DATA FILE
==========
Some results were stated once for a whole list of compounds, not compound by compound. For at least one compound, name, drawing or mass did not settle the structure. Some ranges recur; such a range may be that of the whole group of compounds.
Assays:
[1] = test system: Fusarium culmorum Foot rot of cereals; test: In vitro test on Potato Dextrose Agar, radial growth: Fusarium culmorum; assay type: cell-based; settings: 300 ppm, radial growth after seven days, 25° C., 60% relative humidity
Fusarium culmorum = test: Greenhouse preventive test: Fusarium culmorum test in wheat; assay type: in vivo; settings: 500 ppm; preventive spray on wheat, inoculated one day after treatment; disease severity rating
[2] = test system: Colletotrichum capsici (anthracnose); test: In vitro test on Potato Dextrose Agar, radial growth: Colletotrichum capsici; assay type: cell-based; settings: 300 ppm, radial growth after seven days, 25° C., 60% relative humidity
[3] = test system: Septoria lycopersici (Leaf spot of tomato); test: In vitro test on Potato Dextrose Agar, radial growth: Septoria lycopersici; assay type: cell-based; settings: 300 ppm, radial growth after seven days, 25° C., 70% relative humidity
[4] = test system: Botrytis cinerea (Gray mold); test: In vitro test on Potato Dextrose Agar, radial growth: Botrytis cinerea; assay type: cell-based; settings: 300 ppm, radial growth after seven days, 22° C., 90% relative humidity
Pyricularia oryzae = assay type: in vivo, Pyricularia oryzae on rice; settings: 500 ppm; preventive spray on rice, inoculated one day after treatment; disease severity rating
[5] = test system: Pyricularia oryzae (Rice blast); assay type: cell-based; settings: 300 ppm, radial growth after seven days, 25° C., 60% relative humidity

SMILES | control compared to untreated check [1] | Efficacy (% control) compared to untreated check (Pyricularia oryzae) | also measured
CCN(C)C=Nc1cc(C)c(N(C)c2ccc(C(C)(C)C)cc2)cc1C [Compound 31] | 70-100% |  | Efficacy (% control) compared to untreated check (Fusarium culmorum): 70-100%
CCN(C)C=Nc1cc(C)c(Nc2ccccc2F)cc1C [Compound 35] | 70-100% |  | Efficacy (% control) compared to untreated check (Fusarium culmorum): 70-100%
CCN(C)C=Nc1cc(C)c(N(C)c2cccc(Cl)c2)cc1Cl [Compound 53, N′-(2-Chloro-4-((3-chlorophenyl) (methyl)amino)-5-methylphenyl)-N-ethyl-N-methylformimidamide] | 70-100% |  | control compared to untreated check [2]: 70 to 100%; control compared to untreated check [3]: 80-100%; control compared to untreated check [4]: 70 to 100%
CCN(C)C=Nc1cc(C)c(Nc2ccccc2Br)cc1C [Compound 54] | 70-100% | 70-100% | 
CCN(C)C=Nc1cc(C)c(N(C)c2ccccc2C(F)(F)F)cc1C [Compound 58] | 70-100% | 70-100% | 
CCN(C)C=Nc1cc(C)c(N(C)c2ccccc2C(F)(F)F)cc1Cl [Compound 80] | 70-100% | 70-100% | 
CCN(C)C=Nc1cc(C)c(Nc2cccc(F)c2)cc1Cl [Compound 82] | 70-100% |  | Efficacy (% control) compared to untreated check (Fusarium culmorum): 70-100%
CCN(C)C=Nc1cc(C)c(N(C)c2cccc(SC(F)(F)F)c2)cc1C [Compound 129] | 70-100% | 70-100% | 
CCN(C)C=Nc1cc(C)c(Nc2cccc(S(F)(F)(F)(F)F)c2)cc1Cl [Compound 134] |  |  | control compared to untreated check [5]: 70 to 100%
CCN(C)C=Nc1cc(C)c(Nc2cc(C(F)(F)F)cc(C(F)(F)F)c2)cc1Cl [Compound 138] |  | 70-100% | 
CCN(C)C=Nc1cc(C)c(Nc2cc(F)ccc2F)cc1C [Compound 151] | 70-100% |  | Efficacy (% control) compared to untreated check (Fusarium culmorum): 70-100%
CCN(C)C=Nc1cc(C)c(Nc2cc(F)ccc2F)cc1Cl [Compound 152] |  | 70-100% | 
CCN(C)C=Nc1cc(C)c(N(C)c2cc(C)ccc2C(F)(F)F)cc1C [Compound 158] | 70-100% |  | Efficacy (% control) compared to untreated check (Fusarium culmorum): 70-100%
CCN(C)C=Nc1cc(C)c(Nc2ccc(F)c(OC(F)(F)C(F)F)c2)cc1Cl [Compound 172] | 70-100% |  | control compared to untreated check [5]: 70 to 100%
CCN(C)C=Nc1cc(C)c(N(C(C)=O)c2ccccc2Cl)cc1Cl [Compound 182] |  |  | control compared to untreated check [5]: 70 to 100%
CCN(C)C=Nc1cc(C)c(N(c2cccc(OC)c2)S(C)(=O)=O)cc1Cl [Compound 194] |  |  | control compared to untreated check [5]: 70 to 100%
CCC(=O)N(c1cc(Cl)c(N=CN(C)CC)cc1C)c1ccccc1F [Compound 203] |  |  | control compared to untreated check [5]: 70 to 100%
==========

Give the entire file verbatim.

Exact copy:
Some results were stated once for a whole list of compounds, not compound by compound. For at least one compound, name, drawing or mass did not settle the structure. Some ranges recur; such a range may be that of the whole group of compounds.
Assays:
[1] = test system: Fusarium culmorum Foot rot of cereals; test: In vitro test on Potato Dextrose Agar, radial growth: Fusarium culmorum; assay type: cell-based; settings: 300 ppm, radial growth after seven days, 25° C., 60% relative humidity
Fusarium culmorum = test: Greenhouse preventive test: Fusarium culmorum test in wheat; assay type: in vivo; settings: 500 ppm; preventive spray on wheat, inoculated one day after treatment; disease severity rating
[2] = test system: Colletotrichum capsici (anthracnose); test: In vitro test on Potato Dextrose Agar, radial growth: Colletotrichum capsici; assay type: cell-based; settings: 300 ppm, radial growth after seven days, 25° C., 60% relative humidity
[3] = test system: Septoria lycopersici (Leaf spot of tomato); test: In vitro test on Potato Dextrose Agar, radial growth: Septoria lycopersici; assay type: cell-based; settings: 300 ppm, radial growth after seven days, 25° C., 70% relative humidity
[4] = test system: Botrytis cinerea (Gray mold); test: In vitro test on Potato Dextrose Agar, radial growth: Botrytis cinerea; assay type: cell-based; settings: 300 ppm, radial growth after seven days, 22° C., 90% relative humidity
Pyricularia oryzae = assay type: in vivo, Pyricularia oryzae on rice; settings: 500 ppm; preventive spray on rice, inoculated one day after treatment; disease severity rating
[5] = test system: Pyricularia oryzae (Rice blast); assay type: cell-based; settings: 300 ppm, radial growth after seven days, 25° C., 60% relative humidity

SMILES | control compared to untreated check [1] | Efficacy (% control) compared to untreated check (Pyricularia oryzae) | also measured
CCN(C)C=Nc1cc(C)c(N(C)c2ccc(C(C)(C)C)cc2)cc1C [Compound 31] | 70-100% |  | Efficacy (% control) compared to untreated check (Fusarium culmorum): 70-100%
CCN(C)C=Nc1cc(C)c(Nc2ccccc2F)cc1C [Compound 35] | 70-100% |  | Efficacy (% control) compared to untreated check (Fusarium culmorum): 70-100%
CCN(C)C=Nc1cc(C)c(N(C)c2cccc(Cl)c2)cc1Cl [Compound 53, N′-(2-Chloro-4-((3-chlorophenyl) (methyl)amino)-5-methylphenyl)-N-ethyl-N-methylformimidamide] | 70-100% |  | control compared to untreated check [2]: 70 to 100%; control compared to untreated check [3]: 80-100%; control compared to untreated check [4]: 70 to 100%
CCN(C)C=Nc1cc(C)c(Nc2ccccc2Br)cc1C [Compound 54] | 70-100% | 70-100% | 
CCN(C)C=Nc1cc(C)c(N(C)c2ccccc2C(F)(F)F)cc1C [Compound 58] | 70-100% | 70-100% | 
CCN(C)C=Nc1cc(C)c(N(C)c2ccccc2C(F)(F)F)cc1Cl [Compound 80] | 70-100% | 70-100% | 
CCN(C)C=Nc1cc(C)c(Nc2cccc(F)c2)cc1Cl [Compound 82] | 70-100% |  | Efficacy (% control) compared to untreated check (Fusarium culmorum): 70-100%
CCN(C)C=Nc1cc(C)c(N(C)c2cccc(SC(F)(F)F)c2)cc1C [Compound 129] | 70-100% | 70-100% | 
CCN(C)C=Nc1cc(C)c(Nc2cccc(S(F)(F)(F)(F)F)c2)cc1Cl [Compound 134] |  |  | control compared to untreated check [5]: 70 to 100%
CCN(C)C=Nc1cc(C)c(Nc2cc(C(F)(F)F)cc(C(F)(F)F)c2)cc1Cl [Compound 138] |  | 70-100% | 
CCN(C)C=Nc1cc(C)c(Nc2cc(F)ccc2F)cc1C [Compound 151] | 70-100% |  | Efficacy (% control) compared to untreated check (Fusarium culmorum): 70-100%
CCN(C)C=Nc1cc(C)c(Nc2cc(F)ccc2F)cc1Cl [Compound 152] |  | 70-100% | 
CCN(C)C=Nc1cc(C)c(N(C)c2cc(C)ccc2C(F)(F)F)cc1C [Compound 158] | 70-100% |  | Efficacy (% control) compared to untreated check (Fusarium culmorum): 70-100%
CCN(C)C=Nc1cc(C)c(Nc2ccc(F)c(OC(F)(F)C(F)F)c2)cc1Cl [Compound 172] | 70-100% |  | control compared to untreated check [5]: 70 to 100%
CCN(C)C=Nc1cc(C)c(N(C(C)=O)c2ccccc2Cl)cc1Cl [Compound 182] |  |  | control compared to untreated check [5]: 70 to 100%
CCN(C)C=Nc1cc(C)c(N(c2cccc(OC)c2)S(C)(=O)=O)cc1Cl [Compound 194] |  |  | control compared to untreated check [5]: 70 to 100%
CCC(=O)N(c1cc(Cl)c(N=CN(C)CC)cc1C)c1ccccc1F [Compound 203] |  |  | control compared to untreated check [5]: 70 to 100%